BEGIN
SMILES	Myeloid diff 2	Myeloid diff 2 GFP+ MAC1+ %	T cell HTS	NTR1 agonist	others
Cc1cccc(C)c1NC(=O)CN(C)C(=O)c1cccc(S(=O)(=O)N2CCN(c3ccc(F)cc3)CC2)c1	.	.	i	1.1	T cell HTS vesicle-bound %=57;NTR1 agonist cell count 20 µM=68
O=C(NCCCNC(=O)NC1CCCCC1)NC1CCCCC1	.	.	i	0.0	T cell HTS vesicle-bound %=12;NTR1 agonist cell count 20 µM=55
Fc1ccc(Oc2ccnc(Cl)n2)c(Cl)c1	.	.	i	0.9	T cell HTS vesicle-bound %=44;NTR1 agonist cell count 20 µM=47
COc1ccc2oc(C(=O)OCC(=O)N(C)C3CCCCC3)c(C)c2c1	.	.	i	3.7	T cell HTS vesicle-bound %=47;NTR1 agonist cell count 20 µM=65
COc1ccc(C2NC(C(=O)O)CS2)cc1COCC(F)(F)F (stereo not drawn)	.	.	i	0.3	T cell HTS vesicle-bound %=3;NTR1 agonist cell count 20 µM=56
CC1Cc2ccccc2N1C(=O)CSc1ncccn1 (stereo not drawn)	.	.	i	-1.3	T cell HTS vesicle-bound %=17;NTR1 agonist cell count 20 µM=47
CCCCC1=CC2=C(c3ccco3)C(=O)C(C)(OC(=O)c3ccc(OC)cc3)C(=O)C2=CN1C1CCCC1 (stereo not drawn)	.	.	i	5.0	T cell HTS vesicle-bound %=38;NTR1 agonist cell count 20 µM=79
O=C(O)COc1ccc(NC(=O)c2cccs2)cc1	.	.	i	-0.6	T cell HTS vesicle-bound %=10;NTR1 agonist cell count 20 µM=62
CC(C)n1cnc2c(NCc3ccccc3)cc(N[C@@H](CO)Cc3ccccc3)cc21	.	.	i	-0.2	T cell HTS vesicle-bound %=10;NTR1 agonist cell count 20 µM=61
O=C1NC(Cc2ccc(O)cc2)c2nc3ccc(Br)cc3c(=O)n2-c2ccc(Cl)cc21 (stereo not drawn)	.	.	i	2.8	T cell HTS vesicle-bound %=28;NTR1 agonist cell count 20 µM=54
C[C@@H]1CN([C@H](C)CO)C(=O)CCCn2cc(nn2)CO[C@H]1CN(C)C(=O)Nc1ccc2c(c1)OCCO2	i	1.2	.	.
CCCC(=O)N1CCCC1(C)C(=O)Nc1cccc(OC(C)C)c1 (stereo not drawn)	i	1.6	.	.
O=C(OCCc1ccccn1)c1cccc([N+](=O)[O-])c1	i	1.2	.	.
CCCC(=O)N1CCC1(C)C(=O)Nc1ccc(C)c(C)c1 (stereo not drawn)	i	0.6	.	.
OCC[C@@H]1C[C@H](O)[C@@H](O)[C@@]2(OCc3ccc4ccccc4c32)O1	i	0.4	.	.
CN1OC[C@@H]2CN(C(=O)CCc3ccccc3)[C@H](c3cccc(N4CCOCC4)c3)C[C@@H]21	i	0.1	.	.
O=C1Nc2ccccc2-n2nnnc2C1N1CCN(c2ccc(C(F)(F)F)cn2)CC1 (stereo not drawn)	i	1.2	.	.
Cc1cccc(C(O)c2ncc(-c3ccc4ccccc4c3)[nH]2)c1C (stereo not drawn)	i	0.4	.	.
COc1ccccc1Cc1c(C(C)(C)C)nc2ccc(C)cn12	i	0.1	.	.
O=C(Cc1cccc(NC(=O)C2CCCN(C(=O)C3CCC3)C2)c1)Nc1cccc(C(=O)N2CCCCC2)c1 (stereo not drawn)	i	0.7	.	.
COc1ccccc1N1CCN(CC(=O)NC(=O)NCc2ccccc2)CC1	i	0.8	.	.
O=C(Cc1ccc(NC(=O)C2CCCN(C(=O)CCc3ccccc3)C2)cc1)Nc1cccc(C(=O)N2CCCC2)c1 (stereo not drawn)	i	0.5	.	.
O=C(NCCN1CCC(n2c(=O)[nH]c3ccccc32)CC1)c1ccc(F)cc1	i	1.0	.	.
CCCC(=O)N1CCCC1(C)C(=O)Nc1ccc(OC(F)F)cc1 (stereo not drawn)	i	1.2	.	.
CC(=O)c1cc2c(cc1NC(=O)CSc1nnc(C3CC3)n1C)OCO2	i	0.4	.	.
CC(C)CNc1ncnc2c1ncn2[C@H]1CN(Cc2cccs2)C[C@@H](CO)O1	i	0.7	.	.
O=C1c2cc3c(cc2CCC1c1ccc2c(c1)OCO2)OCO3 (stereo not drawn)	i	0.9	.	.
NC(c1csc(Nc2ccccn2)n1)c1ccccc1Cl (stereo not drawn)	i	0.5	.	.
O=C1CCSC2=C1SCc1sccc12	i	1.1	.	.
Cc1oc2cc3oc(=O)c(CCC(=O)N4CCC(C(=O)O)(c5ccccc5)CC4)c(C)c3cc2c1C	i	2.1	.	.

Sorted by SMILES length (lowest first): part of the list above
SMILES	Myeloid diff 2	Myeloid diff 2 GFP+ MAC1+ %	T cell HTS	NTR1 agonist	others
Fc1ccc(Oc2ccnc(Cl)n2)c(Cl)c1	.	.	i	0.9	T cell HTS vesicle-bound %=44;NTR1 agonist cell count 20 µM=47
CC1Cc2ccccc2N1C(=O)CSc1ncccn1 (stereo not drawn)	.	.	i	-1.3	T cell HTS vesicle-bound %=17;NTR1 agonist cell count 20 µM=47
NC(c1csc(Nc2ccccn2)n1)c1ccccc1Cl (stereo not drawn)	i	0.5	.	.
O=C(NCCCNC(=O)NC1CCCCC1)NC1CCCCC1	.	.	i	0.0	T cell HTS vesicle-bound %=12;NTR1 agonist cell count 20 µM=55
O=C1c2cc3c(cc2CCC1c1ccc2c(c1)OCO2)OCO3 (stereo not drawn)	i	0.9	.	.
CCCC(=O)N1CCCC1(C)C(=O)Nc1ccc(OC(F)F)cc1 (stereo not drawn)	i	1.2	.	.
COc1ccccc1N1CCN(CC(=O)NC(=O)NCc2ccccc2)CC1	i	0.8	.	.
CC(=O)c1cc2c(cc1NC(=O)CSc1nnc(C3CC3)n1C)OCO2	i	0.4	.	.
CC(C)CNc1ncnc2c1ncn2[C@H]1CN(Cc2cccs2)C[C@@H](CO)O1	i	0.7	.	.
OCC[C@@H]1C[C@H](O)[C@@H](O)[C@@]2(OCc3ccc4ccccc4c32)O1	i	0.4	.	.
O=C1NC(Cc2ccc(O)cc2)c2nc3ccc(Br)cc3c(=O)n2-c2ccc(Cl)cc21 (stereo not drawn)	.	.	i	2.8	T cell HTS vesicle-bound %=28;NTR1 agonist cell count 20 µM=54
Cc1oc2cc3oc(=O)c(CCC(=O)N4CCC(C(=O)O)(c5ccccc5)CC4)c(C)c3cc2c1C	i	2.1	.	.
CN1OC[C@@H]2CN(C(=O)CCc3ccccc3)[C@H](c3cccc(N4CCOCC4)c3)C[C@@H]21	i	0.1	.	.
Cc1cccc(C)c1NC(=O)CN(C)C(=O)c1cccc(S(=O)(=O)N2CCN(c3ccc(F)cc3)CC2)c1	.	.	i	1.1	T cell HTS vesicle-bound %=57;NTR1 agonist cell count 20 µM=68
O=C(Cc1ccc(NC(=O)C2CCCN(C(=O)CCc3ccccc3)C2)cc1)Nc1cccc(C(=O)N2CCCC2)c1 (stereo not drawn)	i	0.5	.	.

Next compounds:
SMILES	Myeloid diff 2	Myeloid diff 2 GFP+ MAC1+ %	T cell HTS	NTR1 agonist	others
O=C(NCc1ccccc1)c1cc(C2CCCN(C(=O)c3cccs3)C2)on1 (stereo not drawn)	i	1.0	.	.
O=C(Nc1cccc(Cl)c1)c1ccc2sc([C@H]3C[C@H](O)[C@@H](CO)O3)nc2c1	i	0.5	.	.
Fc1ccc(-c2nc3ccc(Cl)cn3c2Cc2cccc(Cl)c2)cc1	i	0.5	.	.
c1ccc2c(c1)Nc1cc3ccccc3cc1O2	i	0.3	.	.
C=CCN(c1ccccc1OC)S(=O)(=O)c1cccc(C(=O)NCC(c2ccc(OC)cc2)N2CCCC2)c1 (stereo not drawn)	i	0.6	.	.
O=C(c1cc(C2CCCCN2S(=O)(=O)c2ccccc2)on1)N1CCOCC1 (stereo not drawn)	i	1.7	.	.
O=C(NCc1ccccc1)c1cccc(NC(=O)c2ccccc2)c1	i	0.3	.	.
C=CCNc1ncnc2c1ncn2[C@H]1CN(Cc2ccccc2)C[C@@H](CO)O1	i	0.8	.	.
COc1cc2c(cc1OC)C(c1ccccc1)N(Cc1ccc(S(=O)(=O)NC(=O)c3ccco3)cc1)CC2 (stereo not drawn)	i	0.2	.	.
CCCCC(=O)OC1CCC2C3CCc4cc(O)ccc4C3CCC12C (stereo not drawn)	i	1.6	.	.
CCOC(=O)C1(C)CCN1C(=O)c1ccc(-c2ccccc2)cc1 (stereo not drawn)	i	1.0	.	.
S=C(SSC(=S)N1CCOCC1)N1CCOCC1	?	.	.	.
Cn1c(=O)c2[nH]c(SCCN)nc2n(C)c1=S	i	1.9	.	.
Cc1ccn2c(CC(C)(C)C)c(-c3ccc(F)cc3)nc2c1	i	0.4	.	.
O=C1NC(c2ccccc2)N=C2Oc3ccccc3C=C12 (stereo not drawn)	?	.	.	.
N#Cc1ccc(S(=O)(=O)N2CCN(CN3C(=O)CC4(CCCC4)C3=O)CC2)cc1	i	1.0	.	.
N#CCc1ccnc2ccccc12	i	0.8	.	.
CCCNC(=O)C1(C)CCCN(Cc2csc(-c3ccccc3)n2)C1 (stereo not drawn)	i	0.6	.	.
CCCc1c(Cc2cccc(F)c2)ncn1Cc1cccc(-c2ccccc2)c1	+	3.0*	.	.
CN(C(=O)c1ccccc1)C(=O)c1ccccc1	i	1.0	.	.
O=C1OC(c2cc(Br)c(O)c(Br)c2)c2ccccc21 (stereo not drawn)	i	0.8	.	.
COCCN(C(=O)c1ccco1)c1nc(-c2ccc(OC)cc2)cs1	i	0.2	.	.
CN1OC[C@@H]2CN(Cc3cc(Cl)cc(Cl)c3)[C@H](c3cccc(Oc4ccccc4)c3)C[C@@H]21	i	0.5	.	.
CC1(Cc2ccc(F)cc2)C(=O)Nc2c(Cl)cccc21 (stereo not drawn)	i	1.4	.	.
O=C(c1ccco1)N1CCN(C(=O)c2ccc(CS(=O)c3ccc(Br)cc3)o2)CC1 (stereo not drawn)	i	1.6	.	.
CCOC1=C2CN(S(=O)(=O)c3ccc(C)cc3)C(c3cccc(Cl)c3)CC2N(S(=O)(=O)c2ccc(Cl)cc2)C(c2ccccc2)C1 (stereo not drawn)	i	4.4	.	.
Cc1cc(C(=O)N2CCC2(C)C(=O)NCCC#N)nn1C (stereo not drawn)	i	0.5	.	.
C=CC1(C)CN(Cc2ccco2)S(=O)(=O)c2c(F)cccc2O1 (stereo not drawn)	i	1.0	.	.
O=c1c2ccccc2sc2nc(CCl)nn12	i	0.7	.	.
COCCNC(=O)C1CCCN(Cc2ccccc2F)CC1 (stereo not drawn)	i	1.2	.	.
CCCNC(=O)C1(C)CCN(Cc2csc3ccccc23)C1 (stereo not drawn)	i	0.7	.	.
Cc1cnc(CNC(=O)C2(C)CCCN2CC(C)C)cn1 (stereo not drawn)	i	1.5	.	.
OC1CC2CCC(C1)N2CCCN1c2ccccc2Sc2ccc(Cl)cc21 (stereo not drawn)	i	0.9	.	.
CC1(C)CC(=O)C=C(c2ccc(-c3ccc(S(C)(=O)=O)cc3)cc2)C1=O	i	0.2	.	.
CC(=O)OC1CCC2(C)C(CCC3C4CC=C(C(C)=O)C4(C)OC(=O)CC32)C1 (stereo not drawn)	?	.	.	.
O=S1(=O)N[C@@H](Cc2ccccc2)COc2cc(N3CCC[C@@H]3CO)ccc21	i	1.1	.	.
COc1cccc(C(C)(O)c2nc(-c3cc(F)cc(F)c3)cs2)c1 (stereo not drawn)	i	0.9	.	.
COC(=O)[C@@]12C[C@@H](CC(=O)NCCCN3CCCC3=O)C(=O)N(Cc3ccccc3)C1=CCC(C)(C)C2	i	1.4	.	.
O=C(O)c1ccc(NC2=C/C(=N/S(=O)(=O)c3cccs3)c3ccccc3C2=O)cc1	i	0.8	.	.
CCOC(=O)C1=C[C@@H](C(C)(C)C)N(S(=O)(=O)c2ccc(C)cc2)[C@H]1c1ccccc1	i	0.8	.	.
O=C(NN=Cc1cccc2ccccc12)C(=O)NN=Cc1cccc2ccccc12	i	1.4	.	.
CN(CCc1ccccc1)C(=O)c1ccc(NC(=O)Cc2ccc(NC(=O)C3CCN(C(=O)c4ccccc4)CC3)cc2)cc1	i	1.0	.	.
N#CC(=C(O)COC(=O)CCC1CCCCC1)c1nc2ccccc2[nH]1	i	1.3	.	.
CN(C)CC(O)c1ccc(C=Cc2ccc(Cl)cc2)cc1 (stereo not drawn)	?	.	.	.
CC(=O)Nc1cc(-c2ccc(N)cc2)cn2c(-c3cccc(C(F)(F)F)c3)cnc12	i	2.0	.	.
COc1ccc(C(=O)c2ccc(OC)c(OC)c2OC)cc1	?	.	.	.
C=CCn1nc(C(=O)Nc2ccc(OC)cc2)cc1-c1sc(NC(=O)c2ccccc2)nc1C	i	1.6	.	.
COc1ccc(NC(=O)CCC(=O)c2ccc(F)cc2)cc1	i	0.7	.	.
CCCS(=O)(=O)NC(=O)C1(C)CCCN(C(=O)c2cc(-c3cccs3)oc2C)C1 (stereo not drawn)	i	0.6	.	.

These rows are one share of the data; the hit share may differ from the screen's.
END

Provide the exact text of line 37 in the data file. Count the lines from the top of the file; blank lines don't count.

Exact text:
O=C(NCCCNC(=O)NC1CCCCC1)NC1CCCCC1	.	.	i	0.0	T cell HTS vesicle-bound %=12;NTR1 agonist cell count 20 µM=55